We do so much fat hating in our culture, don’t we?
Like seeing a fat person at McDonald’s and thinking, “well you wouldn’t choose a salad bar, would you?” or sitting beside a fat person on an airplane when they’re taking up the armrest. I think on a long flight even a Buddhist thinks, “that fat, arm-resting fucker.”
I used to be 40 kilograms heavier. I was Rubenesque.
I was also, at the time, a life model: a job where you take your clothes off for people to paint pictures of you. I decided to give it a try when my skinny life model friend bemoaned their use of her straight-lined body as their ‘masculine’ model. They asked if she knew any curvy women willing to pose. Curves, I thought? I have 47 of those. I think they mean me.
Watch this TEDx talk on what it’s like being a plus-size model. (Post continues after video.)
I preened for my first session, trying to make myself hairless, scar-less, spotless. I arrived expecting that ‘Titanic’ scene. Chaise lounge, heart of the ocean. “Draw me like one of your French girls”. I found myself in a community hall. Summer. No air-con. A few milk crates. One bright spot was the sponge cake and cups laid out for morning tea. The artists watched me impatiently.
I disrobed and stood naked in a room of strangers for the first time since my birth. And, like that day, my nakedness now had no one batting an eyelid. They weren’t giggling at the exposure of my bum. They were studying it with appreciation.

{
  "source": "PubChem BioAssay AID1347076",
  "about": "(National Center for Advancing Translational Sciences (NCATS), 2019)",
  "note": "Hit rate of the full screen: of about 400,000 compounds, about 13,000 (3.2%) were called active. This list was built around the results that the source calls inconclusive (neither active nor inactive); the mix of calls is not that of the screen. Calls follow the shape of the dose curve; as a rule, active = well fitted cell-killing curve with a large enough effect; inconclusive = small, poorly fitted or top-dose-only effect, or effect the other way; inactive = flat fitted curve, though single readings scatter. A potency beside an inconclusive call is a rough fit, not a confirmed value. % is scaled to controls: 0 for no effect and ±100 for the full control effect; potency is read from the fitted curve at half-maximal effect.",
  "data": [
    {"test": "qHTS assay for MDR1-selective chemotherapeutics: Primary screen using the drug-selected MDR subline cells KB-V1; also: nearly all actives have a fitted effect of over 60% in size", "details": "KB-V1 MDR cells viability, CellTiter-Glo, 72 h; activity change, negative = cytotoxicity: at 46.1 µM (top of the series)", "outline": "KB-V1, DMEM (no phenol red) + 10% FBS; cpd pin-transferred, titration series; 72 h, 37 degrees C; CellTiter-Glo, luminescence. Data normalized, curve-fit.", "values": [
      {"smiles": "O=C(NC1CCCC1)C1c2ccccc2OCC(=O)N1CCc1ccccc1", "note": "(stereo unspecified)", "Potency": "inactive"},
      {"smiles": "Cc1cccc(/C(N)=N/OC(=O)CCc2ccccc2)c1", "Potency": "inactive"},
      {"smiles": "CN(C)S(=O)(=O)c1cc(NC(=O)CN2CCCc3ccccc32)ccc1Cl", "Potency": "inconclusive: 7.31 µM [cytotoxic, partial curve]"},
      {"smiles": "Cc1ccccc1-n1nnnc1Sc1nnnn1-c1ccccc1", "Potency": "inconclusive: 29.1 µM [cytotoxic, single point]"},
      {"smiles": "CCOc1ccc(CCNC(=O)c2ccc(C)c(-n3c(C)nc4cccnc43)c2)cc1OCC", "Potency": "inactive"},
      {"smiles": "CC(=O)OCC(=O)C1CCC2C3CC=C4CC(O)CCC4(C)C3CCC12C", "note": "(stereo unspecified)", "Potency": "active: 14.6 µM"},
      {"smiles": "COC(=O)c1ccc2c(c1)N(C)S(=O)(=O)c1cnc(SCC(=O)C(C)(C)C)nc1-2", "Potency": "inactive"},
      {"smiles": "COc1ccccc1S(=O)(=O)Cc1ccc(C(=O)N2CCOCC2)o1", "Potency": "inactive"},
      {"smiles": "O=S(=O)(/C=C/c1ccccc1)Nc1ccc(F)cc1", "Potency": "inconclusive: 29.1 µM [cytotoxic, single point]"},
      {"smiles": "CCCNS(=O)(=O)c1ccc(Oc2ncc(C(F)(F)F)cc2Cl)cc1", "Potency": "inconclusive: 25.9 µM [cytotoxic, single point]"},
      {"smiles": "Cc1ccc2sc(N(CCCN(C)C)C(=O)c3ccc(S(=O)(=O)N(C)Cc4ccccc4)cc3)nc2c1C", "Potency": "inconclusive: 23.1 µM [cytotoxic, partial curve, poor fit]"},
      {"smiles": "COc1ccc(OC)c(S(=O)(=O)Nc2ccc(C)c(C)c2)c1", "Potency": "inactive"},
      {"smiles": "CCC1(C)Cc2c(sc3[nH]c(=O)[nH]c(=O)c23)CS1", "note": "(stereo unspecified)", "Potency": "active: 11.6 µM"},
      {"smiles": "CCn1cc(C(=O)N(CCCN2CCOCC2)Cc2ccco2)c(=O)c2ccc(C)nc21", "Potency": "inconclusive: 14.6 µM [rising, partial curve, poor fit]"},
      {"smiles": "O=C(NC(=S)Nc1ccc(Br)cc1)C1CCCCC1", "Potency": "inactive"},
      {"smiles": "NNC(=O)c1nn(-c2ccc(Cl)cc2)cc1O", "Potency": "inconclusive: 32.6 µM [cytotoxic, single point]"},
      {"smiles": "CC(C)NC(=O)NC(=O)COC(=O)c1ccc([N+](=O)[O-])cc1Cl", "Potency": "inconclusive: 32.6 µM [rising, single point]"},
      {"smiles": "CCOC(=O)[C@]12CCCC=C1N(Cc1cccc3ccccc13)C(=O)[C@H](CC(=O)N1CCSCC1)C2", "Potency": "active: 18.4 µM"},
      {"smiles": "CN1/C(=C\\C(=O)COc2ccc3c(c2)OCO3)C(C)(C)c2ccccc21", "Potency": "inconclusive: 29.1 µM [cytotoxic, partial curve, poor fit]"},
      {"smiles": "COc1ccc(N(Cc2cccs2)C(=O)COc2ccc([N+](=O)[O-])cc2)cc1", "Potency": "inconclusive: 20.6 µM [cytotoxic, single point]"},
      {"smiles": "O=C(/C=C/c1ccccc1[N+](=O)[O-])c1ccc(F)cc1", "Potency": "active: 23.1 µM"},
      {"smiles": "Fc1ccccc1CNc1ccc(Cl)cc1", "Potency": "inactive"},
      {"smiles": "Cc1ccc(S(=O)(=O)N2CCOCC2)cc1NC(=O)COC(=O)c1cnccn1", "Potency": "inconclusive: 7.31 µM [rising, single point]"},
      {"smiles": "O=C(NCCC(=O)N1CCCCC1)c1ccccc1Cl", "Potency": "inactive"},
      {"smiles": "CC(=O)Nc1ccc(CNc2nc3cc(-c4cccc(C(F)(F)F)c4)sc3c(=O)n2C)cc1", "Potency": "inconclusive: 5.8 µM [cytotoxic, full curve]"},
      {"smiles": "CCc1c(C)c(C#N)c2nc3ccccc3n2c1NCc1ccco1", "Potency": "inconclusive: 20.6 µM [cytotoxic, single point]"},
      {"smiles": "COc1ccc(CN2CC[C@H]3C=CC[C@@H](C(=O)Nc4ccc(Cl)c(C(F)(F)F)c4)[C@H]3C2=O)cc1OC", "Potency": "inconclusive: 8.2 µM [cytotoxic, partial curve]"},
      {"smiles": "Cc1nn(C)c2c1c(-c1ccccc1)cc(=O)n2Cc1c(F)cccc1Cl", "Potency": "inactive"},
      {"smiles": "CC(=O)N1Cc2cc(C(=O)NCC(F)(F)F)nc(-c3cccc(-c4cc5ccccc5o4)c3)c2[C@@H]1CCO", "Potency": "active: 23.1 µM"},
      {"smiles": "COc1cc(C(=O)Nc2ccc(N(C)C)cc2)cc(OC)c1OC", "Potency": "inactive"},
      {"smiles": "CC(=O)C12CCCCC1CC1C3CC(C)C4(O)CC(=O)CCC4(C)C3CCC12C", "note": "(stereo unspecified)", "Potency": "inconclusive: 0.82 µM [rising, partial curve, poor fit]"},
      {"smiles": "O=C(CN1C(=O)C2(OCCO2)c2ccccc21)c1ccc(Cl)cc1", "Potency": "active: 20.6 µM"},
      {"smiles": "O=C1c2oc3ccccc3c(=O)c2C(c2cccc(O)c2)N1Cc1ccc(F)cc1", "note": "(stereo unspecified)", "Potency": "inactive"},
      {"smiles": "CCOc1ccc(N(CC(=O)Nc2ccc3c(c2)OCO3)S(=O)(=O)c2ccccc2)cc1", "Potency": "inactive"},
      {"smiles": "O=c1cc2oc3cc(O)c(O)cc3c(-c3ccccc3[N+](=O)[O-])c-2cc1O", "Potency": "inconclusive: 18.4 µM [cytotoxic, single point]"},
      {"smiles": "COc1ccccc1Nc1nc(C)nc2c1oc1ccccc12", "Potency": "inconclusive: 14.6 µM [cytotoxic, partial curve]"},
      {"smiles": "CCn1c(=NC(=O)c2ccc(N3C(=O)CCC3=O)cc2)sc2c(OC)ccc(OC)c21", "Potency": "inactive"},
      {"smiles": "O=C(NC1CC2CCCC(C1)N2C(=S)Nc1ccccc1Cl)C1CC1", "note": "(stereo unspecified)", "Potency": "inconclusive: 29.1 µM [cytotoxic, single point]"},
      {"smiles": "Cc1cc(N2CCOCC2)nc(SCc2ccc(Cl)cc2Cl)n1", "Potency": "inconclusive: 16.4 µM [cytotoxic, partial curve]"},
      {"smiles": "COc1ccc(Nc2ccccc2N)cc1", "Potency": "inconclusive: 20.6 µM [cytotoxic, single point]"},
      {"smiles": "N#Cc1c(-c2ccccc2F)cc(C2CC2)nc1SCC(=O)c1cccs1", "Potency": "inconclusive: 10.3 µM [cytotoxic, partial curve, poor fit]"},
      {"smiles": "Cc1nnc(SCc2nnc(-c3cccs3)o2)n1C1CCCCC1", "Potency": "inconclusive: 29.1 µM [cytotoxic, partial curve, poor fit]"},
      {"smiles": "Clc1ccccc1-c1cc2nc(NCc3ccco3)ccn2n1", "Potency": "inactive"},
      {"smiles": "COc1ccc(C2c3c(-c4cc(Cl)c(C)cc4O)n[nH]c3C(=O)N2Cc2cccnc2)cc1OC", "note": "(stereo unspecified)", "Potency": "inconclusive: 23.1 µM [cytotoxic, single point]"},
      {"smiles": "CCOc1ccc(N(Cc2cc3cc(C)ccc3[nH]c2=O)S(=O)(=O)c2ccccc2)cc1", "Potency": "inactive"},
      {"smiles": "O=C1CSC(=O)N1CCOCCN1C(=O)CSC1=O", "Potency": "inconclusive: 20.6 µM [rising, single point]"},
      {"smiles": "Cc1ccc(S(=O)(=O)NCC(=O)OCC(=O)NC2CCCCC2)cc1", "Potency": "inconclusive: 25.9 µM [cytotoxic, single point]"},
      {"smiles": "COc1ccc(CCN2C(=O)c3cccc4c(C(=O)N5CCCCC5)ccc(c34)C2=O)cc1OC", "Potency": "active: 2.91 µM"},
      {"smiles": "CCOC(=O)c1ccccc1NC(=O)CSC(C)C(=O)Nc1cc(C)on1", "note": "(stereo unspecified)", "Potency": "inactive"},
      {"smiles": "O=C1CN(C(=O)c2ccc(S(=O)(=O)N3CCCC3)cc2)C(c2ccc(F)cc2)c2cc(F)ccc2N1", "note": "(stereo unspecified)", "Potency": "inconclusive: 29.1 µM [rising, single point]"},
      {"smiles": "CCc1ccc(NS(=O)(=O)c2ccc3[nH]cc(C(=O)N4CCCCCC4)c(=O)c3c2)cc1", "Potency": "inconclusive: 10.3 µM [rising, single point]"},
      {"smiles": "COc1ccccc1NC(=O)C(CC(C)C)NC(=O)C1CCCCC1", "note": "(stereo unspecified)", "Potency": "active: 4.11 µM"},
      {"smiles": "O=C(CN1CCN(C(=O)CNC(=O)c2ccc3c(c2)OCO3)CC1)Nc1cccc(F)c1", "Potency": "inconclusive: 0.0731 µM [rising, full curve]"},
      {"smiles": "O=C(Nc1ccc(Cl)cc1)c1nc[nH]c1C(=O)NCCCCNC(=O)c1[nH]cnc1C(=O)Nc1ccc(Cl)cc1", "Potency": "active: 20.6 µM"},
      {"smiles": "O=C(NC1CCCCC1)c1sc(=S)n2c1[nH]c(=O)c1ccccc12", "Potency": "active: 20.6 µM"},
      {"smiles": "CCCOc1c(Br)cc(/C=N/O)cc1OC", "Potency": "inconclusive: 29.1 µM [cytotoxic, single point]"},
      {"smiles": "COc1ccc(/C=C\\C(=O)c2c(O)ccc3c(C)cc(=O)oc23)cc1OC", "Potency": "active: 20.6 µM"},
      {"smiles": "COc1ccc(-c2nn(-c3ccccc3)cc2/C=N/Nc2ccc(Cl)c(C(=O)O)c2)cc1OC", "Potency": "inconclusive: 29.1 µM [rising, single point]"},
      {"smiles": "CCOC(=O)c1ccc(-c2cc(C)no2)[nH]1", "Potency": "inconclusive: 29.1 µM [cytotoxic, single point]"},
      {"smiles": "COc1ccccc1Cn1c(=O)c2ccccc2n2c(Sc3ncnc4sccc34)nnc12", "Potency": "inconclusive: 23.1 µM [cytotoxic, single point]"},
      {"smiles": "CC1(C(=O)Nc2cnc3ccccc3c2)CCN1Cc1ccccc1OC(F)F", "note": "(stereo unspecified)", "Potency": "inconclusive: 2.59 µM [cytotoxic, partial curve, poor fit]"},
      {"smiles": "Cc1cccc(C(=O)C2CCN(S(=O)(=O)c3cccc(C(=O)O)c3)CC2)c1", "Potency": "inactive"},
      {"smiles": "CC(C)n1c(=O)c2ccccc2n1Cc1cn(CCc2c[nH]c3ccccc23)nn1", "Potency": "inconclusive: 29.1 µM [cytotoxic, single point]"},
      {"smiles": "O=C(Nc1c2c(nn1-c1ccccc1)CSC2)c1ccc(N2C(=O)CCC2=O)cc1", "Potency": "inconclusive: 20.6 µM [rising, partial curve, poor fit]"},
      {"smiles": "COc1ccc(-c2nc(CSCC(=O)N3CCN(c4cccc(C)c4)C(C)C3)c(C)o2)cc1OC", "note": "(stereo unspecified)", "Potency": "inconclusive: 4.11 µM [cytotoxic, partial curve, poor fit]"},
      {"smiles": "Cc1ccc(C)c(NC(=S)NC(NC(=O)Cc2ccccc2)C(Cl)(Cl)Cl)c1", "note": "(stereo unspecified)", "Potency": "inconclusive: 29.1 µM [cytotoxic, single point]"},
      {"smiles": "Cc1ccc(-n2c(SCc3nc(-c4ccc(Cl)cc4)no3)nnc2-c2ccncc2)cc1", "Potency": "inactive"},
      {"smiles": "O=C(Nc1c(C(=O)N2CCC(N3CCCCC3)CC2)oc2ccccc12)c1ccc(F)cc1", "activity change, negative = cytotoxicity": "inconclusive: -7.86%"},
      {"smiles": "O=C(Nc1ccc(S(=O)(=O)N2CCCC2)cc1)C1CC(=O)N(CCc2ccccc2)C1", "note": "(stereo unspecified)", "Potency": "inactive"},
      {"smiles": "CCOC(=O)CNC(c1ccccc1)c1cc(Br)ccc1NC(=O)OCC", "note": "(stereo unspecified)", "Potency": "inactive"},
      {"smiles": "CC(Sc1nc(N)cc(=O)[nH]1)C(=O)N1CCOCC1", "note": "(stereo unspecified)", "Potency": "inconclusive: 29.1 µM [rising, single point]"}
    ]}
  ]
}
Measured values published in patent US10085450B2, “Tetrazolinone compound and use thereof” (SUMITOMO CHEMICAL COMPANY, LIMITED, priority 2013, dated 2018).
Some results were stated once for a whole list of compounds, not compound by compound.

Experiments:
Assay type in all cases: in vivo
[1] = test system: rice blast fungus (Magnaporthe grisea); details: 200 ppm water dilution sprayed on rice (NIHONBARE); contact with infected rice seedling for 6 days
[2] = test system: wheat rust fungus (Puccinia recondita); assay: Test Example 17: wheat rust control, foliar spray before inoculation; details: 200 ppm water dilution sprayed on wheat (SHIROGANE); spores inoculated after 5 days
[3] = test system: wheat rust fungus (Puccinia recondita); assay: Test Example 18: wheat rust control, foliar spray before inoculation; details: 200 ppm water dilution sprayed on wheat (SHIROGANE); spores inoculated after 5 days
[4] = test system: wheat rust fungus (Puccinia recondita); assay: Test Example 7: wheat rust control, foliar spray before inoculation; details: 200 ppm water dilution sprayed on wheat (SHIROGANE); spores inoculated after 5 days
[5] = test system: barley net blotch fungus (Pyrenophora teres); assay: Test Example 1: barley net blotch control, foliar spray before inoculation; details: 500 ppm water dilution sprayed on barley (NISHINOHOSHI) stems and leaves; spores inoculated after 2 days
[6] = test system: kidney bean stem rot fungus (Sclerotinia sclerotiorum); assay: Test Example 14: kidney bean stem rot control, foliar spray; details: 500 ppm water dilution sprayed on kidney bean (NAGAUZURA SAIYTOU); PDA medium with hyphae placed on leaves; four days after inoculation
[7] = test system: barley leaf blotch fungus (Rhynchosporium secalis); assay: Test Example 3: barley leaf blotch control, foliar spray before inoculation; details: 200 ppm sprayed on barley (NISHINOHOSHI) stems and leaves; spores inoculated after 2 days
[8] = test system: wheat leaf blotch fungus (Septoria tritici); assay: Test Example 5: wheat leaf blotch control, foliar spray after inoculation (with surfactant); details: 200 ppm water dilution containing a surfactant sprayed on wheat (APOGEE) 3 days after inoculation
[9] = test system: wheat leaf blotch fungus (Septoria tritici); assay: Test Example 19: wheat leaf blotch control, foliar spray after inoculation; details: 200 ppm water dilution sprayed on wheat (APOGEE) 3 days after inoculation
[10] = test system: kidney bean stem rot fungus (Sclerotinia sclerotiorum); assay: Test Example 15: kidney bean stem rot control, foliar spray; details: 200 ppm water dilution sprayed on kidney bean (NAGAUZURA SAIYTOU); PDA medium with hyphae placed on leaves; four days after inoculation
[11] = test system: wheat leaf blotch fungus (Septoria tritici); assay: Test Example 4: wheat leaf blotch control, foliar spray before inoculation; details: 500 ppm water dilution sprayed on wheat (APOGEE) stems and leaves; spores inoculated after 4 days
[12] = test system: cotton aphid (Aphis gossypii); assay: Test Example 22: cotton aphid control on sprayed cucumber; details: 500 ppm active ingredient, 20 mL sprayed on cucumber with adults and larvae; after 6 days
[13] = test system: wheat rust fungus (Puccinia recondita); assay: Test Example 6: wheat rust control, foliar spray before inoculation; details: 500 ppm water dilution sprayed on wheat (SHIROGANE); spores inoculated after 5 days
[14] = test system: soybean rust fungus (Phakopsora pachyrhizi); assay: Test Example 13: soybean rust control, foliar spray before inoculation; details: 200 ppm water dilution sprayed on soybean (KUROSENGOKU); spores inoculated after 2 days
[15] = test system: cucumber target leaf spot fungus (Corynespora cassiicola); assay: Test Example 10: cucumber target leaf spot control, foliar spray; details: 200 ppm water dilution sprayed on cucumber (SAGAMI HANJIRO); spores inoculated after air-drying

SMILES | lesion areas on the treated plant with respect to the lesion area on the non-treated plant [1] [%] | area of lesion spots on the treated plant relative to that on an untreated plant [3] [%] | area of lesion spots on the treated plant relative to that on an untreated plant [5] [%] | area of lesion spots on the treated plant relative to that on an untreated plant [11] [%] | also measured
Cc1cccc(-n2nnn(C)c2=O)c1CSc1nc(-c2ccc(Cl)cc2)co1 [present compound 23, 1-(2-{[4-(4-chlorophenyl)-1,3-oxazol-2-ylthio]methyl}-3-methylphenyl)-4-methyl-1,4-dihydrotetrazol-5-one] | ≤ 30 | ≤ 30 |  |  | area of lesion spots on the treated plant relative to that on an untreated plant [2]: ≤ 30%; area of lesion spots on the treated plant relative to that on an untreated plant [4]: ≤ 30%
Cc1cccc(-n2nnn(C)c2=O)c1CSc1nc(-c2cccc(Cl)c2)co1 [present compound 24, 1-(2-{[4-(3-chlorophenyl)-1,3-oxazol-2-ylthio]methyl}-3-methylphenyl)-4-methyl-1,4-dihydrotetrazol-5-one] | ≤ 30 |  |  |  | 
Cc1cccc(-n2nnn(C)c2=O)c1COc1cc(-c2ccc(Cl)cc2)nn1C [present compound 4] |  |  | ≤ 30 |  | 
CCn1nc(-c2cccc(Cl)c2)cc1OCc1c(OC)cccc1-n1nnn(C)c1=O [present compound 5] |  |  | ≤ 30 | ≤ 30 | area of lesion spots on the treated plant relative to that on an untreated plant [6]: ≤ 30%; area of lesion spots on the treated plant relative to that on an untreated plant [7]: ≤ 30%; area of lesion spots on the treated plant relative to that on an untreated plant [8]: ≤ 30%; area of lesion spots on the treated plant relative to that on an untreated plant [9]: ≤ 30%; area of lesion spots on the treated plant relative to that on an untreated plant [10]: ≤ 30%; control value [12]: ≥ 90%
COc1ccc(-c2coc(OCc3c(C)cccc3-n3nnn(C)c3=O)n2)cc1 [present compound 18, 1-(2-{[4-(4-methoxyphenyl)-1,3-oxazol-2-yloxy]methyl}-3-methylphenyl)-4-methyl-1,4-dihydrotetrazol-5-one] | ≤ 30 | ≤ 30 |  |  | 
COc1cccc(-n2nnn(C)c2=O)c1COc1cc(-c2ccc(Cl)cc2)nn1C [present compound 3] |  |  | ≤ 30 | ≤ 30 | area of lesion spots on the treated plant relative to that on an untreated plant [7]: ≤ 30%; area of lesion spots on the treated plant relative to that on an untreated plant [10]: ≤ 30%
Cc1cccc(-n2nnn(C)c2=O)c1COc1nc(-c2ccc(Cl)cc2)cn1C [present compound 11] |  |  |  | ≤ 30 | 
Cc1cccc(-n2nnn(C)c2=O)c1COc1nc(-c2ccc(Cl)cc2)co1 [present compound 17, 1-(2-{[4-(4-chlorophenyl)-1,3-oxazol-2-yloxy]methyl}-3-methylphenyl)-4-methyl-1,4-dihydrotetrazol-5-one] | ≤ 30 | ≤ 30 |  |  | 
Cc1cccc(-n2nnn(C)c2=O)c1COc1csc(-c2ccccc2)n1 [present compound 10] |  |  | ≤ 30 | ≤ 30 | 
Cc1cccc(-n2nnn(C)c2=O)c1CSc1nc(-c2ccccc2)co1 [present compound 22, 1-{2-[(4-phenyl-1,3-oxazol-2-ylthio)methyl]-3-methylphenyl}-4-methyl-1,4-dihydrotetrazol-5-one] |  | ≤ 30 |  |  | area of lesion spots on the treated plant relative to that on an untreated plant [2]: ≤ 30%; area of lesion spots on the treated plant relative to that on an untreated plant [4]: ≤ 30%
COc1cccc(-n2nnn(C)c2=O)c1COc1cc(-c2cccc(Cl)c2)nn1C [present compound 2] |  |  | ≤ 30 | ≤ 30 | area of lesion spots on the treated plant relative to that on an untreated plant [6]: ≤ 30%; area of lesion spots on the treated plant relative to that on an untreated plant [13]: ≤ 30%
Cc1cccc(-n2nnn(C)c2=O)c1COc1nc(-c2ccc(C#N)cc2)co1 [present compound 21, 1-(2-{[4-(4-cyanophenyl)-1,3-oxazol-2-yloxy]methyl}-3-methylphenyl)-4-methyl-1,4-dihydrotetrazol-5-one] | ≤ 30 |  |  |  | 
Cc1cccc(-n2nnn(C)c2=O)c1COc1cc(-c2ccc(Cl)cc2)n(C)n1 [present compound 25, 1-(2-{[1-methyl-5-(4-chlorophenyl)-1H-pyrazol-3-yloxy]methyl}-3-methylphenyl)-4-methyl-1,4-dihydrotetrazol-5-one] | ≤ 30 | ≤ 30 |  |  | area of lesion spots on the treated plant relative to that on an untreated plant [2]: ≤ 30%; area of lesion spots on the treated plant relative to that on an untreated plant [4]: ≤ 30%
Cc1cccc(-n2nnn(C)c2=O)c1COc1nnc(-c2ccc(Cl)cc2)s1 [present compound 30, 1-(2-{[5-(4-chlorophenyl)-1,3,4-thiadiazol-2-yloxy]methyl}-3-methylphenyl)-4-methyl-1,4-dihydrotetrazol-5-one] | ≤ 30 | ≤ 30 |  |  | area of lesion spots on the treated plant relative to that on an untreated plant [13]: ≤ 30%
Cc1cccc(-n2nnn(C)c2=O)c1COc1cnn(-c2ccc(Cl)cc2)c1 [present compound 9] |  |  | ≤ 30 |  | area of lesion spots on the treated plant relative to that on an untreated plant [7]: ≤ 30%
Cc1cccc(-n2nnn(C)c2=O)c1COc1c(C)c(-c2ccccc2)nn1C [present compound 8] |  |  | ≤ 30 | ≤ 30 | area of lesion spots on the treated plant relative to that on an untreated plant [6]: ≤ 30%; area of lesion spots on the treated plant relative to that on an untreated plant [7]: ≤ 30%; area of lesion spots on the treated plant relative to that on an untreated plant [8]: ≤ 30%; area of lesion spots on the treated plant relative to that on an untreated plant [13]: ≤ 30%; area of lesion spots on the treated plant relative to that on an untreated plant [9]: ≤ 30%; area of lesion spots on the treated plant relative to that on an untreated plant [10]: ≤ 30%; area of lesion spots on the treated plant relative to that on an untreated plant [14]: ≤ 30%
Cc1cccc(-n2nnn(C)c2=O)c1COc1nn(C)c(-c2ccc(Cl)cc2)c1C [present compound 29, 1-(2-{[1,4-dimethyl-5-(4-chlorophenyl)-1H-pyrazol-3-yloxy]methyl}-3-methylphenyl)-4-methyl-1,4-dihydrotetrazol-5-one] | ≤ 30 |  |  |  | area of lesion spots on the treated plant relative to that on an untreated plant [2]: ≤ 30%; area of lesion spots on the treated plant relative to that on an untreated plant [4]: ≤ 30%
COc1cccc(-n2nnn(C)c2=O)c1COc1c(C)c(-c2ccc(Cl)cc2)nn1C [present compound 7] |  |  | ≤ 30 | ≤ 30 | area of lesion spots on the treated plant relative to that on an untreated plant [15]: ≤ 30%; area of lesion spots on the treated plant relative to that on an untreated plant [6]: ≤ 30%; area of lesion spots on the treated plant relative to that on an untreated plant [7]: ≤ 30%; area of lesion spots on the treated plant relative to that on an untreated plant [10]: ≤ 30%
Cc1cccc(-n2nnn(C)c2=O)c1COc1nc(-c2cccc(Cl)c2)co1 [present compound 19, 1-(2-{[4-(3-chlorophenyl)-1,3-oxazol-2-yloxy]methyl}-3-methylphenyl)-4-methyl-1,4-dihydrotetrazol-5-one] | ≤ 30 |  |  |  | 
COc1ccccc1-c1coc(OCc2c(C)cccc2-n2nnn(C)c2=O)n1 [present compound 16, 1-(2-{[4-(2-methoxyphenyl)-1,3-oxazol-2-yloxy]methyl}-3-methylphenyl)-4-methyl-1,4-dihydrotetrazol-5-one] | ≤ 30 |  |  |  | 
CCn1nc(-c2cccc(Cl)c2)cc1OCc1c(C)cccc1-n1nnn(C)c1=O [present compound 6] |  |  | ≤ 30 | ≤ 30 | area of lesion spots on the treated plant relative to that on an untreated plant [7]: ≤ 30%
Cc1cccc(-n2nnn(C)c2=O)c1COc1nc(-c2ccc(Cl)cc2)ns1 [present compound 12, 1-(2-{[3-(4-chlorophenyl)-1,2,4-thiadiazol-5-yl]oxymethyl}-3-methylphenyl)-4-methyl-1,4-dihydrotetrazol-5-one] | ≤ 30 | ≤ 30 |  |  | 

I balanced myself on the crates. The realisation that I had to hold this pose for three hours drove out every thought about being starkers. Two hours in, we broke for morning tea. I was last to the sponge because my paralysed legs had to be taught how to walk again. Looking around miserably for cake scraps, I was taken aback by comments like “thank you for coming”, “your body is marvelous”, “we never get to draw voluptuous women”. The artists were animated. They wanted me to see their paintings. They could barely fit me on their canvases. I saw myself glorified. A thing of beauty. By the end, I had five more bookings for future jobs. I had found my niche.